A. From the importance of self-regulation. LORD JUSTICE LEVESON Yes. I mean, I'm entirely open-minded about everything. I have certain principles which I've made no secret about as the months have passed, but it seems to me that if I'd come into this with that sort of mindset, then I would probably be wasting a lot of people's time because somebody would say, from a different perspective, "Well, we think actually the answer is very different".
A. But I think, sir, as you say Mr Jay may come on to this, the proposals that Lord Hunt is putting forward is a very dramatic shift in the way that the industry would supervise self-regulation going forward. I don't think, if I'd been looking at it six months ago, I would have begun to think that we could have got to this position now. It's a tribute to him that he's actually carried the industry on a journey to a point where we are facing a very different system of regulation going forward, but I think everybody is going to start from a belief with certain fundamental principles. He has made his clear, and we have operated within that context. MR JAY Some have said under the old structure that there is a lack of independence owing to the proximity of PressBoF to the PCC and the control PressBoF has over the PCC. In the new system, which we're going to come to in a moment, how is that at least perception of lack of independence, if not reality of it, going to be addressed?
A. I think the first point I must make is that PressBoF does not seek to control the PCC. PressBoF provides the funds and PressBoF promulgates the code, but the decision-making powers of the Commission on individual complaints are the independence of that process is absolutely sacrosanct. So while there may be a perception in some quarters that there is a degree of control there, that does not exist. I only meet the members of the Commission, I think, on a formal basis once a year when I'm asked along to a Commission meeting to talk generally about industry and to answer any questions they may have, but there is absolutely no formal control. Going forward, I think we need to look at where PressBoF sits and where the Code Committee sits within the new architecture that Lord Hunt has proposed. There will obviously clearly always be the need for a funding body there, and where precisely that fits into the system, and I suspect it would be a body that works alongside the trust and management board that he's proposing, rather than either of the limbs, which would guarantee the independence of the complaints process and indeed of any standards investigations.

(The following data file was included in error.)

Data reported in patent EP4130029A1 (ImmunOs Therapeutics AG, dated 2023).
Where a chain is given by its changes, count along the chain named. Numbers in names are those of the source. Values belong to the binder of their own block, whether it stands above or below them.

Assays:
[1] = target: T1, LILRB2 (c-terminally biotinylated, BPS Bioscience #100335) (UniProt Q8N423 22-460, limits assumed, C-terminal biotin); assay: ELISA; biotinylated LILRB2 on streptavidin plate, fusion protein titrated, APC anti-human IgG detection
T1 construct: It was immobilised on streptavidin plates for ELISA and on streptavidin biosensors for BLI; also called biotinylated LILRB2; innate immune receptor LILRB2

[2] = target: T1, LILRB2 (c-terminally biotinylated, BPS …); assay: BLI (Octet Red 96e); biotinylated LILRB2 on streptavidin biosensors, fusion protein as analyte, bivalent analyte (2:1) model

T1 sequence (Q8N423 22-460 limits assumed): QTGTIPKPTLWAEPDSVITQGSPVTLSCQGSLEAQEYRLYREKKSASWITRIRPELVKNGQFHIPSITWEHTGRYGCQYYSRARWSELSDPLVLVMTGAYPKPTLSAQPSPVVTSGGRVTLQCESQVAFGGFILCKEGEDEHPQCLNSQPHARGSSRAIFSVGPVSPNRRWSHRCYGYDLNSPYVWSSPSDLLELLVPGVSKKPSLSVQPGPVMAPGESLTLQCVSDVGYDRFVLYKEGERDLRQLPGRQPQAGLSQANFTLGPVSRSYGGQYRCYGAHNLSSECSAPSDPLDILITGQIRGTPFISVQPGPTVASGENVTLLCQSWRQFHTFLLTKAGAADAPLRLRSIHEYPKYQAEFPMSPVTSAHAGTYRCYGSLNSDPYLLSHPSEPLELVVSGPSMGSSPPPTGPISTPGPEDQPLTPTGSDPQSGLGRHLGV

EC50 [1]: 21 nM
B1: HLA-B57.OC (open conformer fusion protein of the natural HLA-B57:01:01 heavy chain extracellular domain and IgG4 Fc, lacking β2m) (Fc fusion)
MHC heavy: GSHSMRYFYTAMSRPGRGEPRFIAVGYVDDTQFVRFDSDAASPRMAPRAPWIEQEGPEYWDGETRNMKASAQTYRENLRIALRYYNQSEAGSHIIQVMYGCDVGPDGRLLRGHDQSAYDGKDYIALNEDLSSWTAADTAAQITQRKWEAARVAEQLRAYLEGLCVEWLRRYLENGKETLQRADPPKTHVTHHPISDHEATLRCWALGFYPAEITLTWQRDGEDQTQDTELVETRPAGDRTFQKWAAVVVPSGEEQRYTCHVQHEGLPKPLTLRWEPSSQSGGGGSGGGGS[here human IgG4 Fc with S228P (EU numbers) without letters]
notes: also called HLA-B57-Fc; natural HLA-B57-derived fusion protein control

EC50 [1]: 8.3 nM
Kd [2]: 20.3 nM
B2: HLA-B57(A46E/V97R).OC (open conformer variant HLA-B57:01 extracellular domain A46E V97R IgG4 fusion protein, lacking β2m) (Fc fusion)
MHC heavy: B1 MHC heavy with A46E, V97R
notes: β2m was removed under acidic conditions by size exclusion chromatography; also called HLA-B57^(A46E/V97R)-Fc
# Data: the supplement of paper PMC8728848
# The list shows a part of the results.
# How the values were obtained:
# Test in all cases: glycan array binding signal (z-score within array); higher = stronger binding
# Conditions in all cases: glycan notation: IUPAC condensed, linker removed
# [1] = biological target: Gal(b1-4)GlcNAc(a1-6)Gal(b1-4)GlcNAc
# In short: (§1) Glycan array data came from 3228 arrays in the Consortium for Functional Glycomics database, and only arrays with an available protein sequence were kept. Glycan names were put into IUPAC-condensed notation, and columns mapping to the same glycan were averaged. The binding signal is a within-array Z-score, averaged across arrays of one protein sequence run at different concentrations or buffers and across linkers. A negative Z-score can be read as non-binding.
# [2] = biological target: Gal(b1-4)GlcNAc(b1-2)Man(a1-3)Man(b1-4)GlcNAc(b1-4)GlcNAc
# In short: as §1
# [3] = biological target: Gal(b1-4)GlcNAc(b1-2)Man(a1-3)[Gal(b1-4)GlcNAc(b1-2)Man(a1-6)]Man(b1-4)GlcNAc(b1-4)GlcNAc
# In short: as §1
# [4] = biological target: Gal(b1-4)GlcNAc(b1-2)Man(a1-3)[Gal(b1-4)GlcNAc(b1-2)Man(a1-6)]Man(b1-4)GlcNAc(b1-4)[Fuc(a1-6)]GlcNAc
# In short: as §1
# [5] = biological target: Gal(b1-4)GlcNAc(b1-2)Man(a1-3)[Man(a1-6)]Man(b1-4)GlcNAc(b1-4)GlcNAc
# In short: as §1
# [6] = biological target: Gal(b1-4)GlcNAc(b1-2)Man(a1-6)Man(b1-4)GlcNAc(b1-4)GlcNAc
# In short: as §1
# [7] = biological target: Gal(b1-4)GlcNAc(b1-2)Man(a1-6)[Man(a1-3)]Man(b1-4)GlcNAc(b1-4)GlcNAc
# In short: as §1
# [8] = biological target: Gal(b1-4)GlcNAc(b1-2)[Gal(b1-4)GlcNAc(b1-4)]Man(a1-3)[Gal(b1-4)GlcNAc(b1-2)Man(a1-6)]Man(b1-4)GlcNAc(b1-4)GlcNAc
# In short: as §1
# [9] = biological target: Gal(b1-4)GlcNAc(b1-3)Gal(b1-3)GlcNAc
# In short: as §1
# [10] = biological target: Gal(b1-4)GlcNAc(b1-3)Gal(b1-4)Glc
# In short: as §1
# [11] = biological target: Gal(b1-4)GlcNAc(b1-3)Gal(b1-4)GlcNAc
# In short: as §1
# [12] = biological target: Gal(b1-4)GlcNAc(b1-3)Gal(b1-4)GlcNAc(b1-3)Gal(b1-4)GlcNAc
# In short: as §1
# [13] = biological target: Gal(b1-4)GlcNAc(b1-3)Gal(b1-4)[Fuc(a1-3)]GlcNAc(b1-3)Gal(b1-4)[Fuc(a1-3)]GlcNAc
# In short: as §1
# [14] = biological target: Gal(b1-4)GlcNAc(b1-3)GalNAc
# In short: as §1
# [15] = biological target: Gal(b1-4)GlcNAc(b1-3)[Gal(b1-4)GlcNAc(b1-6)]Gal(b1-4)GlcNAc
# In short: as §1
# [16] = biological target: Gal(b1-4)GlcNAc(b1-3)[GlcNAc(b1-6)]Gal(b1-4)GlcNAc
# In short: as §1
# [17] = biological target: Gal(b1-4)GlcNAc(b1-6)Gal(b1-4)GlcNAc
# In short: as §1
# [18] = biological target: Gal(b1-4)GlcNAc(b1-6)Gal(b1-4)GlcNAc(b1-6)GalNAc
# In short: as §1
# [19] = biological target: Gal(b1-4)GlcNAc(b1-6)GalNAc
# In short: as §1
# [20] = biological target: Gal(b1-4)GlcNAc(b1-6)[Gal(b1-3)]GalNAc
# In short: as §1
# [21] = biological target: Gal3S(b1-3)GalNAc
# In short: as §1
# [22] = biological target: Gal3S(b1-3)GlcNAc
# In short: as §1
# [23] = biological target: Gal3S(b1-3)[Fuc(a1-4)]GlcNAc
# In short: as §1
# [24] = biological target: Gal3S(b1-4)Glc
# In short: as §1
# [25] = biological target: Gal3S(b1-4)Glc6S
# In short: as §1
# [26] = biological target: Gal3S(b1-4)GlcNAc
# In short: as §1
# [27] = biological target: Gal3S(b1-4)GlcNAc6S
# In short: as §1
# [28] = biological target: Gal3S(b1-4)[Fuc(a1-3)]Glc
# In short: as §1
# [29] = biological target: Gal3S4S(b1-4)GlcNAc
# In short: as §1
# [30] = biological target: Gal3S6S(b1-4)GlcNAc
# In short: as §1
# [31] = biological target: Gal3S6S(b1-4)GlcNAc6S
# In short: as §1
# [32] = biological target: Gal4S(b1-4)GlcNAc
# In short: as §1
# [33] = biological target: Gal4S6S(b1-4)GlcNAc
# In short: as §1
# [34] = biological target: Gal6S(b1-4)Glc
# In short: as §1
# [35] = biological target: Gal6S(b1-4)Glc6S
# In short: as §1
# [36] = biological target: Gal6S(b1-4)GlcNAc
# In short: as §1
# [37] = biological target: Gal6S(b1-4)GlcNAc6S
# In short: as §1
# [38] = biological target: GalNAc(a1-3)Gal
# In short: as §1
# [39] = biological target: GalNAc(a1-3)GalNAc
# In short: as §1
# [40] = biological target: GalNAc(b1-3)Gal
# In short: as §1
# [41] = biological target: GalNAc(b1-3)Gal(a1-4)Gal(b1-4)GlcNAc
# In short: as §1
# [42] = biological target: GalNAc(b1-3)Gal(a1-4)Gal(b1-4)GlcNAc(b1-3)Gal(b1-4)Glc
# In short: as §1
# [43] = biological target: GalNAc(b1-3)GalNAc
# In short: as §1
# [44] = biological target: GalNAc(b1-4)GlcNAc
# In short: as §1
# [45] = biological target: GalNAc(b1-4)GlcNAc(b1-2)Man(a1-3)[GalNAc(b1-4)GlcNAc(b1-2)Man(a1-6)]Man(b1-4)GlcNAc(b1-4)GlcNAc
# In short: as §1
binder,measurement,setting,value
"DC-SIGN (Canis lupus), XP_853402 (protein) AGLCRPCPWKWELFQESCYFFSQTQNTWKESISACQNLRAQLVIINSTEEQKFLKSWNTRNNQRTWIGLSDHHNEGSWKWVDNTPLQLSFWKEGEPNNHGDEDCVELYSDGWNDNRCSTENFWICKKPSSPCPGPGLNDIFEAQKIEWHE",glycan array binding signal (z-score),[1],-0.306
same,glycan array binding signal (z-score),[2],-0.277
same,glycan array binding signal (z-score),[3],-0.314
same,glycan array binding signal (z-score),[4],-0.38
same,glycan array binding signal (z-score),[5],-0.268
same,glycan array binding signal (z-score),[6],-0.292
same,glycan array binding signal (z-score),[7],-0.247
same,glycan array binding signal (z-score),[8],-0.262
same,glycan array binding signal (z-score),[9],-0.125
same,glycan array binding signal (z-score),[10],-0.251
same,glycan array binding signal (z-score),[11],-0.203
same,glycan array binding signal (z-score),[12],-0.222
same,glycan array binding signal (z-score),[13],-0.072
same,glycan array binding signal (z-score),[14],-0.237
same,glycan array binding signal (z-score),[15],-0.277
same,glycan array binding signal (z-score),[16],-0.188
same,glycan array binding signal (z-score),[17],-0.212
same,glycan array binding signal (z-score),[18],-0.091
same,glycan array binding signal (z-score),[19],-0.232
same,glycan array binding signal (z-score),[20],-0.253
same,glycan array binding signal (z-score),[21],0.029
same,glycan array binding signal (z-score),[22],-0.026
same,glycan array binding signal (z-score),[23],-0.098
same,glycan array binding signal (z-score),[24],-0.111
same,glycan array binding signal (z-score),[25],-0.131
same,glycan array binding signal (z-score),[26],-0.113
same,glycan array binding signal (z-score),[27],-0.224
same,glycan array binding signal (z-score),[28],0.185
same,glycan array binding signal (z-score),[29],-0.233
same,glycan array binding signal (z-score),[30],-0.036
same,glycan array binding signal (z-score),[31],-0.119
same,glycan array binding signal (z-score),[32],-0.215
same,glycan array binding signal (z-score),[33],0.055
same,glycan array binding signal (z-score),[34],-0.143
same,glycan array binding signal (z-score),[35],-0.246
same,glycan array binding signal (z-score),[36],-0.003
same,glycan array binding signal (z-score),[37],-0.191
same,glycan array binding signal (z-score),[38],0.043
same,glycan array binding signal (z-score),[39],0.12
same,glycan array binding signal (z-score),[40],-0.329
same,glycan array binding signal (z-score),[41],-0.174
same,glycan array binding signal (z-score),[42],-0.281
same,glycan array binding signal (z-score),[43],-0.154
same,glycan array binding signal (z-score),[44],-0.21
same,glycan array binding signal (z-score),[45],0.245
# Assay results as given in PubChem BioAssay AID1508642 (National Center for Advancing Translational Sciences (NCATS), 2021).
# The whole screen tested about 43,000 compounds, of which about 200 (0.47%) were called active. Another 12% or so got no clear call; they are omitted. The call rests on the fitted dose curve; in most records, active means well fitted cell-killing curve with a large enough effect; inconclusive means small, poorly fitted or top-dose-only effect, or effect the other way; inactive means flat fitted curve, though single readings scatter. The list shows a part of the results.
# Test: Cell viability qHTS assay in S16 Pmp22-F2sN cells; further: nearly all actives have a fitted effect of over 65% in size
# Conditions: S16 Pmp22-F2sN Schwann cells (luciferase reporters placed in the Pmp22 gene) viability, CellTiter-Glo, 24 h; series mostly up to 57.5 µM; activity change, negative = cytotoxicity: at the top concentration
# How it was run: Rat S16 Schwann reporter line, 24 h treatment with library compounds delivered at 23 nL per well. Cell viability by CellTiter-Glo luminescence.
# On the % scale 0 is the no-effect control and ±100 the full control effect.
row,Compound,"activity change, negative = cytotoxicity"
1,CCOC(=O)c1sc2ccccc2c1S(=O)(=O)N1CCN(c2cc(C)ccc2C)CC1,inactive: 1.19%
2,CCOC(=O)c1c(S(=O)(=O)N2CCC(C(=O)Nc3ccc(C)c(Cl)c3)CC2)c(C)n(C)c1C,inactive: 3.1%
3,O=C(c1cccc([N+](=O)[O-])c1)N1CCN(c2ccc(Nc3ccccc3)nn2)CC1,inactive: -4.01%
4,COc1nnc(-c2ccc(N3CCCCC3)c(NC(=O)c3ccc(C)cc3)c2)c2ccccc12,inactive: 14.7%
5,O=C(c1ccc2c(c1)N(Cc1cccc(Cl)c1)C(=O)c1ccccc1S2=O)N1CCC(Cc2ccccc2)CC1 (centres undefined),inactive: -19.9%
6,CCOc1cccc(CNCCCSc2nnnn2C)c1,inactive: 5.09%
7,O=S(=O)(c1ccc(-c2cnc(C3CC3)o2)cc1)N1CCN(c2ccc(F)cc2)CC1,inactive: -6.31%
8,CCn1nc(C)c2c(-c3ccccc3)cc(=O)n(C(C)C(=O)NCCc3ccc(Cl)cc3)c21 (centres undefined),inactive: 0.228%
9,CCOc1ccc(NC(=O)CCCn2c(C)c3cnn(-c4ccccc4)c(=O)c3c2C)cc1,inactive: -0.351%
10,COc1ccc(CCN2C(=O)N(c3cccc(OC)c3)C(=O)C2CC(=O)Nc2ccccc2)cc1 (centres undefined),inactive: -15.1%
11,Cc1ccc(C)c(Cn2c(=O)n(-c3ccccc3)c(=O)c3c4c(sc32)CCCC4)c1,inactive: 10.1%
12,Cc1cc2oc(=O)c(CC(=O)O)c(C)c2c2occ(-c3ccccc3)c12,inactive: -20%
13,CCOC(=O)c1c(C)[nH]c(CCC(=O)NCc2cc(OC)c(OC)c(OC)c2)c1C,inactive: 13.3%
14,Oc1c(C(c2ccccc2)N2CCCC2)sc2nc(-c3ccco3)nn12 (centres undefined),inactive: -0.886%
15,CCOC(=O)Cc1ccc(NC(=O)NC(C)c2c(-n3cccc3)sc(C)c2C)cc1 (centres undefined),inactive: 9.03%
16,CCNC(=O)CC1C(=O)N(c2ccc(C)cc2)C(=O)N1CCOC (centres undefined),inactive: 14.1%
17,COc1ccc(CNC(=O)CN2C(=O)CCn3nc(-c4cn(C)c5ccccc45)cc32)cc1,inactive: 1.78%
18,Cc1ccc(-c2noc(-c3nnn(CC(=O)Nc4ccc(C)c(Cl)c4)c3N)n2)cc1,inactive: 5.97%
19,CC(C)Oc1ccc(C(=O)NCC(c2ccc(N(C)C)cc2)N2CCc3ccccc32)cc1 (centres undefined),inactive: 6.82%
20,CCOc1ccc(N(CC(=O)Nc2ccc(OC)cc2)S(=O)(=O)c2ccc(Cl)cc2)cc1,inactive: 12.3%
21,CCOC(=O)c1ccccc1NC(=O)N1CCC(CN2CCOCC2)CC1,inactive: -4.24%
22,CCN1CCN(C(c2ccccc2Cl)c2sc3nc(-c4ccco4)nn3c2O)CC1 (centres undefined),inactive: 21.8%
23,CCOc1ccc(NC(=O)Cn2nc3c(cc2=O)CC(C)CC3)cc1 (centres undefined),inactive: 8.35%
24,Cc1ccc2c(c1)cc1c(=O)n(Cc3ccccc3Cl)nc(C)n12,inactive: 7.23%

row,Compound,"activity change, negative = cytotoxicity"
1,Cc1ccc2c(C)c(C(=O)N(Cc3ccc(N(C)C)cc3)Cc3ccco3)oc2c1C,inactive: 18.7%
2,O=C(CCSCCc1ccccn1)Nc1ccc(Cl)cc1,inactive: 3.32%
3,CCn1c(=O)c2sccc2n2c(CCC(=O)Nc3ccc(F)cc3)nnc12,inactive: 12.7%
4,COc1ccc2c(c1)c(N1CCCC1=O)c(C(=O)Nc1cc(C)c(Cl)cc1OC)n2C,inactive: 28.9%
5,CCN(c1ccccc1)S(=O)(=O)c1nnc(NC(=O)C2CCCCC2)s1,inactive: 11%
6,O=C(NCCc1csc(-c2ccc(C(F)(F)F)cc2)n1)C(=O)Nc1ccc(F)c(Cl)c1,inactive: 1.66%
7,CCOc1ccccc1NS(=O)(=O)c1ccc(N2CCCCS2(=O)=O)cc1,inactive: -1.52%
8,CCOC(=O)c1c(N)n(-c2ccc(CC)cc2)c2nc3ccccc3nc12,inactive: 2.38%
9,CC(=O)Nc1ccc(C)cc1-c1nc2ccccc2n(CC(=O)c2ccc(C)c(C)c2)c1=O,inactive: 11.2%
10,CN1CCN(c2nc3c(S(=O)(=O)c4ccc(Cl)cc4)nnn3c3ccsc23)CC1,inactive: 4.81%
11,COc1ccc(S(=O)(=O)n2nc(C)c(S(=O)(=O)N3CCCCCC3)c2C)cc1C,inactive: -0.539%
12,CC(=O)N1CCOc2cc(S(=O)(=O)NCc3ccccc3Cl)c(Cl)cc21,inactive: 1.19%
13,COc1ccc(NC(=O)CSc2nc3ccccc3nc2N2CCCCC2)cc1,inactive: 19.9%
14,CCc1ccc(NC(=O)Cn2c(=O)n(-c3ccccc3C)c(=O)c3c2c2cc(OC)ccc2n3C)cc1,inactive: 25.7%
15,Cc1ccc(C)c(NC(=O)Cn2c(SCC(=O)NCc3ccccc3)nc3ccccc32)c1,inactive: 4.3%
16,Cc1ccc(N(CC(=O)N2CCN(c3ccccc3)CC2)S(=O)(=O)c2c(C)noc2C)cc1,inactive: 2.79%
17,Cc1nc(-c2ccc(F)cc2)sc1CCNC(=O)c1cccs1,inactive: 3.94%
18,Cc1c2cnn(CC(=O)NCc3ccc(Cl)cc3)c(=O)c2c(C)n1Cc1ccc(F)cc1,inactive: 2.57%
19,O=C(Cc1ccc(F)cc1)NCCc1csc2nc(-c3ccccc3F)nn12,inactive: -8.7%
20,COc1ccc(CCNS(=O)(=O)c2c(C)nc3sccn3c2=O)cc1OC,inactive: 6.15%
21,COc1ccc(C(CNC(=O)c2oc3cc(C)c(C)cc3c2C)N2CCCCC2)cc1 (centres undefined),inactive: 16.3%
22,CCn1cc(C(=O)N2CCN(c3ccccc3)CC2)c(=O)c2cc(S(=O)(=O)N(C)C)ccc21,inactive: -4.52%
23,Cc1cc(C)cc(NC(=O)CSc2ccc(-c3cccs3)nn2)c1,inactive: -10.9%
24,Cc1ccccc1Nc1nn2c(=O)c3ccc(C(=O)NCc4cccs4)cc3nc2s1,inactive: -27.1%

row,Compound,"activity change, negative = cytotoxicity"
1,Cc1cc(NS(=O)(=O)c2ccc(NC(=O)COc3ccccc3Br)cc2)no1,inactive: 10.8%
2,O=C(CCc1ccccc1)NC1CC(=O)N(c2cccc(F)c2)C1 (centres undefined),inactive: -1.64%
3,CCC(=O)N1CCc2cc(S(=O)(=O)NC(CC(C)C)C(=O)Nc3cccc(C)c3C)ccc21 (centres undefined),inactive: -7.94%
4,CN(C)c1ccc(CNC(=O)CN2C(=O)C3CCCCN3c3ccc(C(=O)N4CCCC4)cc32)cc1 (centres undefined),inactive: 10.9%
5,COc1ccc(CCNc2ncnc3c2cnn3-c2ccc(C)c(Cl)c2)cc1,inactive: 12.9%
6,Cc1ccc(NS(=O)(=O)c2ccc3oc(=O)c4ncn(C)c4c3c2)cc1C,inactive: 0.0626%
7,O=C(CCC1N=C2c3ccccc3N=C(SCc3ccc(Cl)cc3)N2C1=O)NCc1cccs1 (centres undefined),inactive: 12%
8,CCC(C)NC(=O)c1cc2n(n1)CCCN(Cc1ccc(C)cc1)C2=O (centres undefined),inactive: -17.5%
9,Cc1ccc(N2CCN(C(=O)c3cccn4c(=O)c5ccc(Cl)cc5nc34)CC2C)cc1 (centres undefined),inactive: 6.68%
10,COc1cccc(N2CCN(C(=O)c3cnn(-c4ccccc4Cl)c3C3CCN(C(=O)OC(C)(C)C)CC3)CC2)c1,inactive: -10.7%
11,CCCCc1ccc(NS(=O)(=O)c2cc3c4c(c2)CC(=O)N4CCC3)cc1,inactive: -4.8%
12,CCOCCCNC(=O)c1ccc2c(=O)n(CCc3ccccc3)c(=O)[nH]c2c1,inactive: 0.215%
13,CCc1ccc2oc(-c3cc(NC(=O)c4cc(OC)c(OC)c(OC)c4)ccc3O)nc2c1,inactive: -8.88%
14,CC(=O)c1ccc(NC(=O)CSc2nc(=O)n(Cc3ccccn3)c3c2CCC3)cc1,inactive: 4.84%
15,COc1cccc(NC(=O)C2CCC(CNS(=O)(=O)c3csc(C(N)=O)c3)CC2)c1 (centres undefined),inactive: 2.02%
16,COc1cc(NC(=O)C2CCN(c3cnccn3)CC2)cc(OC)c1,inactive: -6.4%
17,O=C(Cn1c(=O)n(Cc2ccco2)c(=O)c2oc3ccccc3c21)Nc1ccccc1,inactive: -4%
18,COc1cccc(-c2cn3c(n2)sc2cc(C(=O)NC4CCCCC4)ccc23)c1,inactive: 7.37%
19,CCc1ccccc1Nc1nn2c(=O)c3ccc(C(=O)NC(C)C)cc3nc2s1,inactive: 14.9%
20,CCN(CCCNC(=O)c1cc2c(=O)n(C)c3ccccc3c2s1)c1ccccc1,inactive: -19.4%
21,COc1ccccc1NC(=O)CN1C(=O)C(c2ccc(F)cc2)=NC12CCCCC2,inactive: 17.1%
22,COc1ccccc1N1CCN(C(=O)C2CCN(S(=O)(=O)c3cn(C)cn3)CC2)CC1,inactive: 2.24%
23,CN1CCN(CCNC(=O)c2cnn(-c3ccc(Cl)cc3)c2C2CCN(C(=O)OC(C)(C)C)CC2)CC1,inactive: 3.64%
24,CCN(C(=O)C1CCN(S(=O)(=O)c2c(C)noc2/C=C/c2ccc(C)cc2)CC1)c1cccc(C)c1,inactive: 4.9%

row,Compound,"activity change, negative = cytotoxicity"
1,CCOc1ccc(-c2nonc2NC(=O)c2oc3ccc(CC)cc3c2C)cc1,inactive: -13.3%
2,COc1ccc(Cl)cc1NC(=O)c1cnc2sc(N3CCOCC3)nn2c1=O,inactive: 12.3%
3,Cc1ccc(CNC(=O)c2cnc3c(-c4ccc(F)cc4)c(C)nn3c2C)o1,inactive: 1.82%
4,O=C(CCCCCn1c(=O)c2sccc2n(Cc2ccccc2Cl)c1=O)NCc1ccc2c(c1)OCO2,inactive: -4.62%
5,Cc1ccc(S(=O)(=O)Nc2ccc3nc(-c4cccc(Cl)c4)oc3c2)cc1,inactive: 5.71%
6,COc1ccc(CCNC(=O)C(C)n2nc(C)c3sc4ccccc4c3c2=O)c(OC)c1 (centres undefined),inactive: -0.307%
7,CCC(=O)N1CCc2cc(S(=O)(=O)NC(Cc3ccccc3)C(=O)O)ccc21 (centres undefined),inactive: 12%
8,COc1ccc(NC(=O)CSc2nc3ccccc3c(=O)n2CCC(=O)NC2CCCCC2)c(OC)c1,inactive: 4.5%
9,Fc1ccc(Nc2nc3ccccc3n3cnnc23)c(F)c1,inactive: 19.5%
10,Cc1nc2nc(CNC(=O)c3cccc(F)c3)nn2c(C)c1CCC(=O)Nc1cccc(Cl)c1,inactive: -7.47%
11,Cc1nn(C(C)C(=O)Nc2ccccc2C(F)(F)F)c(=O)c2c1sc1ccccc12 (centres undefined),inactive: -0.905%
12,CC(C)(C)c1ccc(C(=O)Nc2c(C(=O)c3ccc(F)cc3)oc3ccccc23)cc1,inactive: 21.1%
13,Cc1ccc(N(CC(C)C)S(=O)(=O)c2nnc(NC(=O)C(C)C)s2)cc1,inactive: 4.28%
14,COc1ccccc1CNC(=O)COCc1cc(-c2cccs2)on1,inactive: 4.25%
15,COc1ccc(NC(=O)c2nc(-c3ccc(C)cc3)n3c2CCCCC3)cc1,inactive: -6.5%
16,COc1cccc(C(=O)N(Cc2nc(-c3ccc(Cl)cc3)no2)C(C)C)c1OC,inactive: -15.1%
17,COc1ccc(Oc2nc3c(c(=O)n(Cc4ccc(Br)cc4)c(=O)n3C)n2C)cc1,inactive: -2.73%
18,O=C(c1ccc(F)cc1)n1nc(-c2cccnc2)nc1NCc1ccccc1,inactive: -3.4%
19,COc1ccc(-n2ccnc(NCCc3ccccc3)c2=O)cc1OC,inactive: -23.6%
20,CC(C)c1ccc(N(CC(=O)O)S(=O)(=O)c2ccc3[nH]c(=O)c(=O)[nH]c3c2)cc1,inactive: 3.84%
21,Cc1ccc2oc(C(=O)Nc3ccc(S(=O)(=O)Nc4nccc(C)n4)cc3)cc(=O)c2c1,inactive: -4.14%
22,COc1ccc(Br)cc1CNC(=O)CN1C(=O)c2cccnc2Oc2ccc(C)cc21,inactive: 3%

Q. Under the new architecture, would the funding body have the same ability to appoint the chair of PCC mark two?
A. That's not an issue that we've looked at yet.
Q. Is this right, it's not an issue which any thought has been given to?
A. There are only so many ways that you can appoint a chairman. The industry could continue to have the primary role, PressBoF could make the appointment of any successor, chairman of any successor body, with involvement of Commission members or public input, or indeed we could look at methods of public appointments procedure. We do need to give more thought to that so I can't give you an answer on that today.
Q. In terms of public confidence, I'm sure the public would want the last option: a wholly independent body who appoints members to the PCC, rather than any control from PressBoF; PressBoF, as we've seen, adopting a certain position, as it's entitled to do, in relation to some of the fundamental issues of philosophy and principle we've been discussing?
A. I have never seen how you can have a wholly independent process which doesn't have some form of statutory or government involvement in appointing those who might be making the decisions and I would be opposed to that.
Q. So are you saying that in order to have an independent process, you'd need a statute. Because you're hostile to a statute, we can't have an independent process; is that right?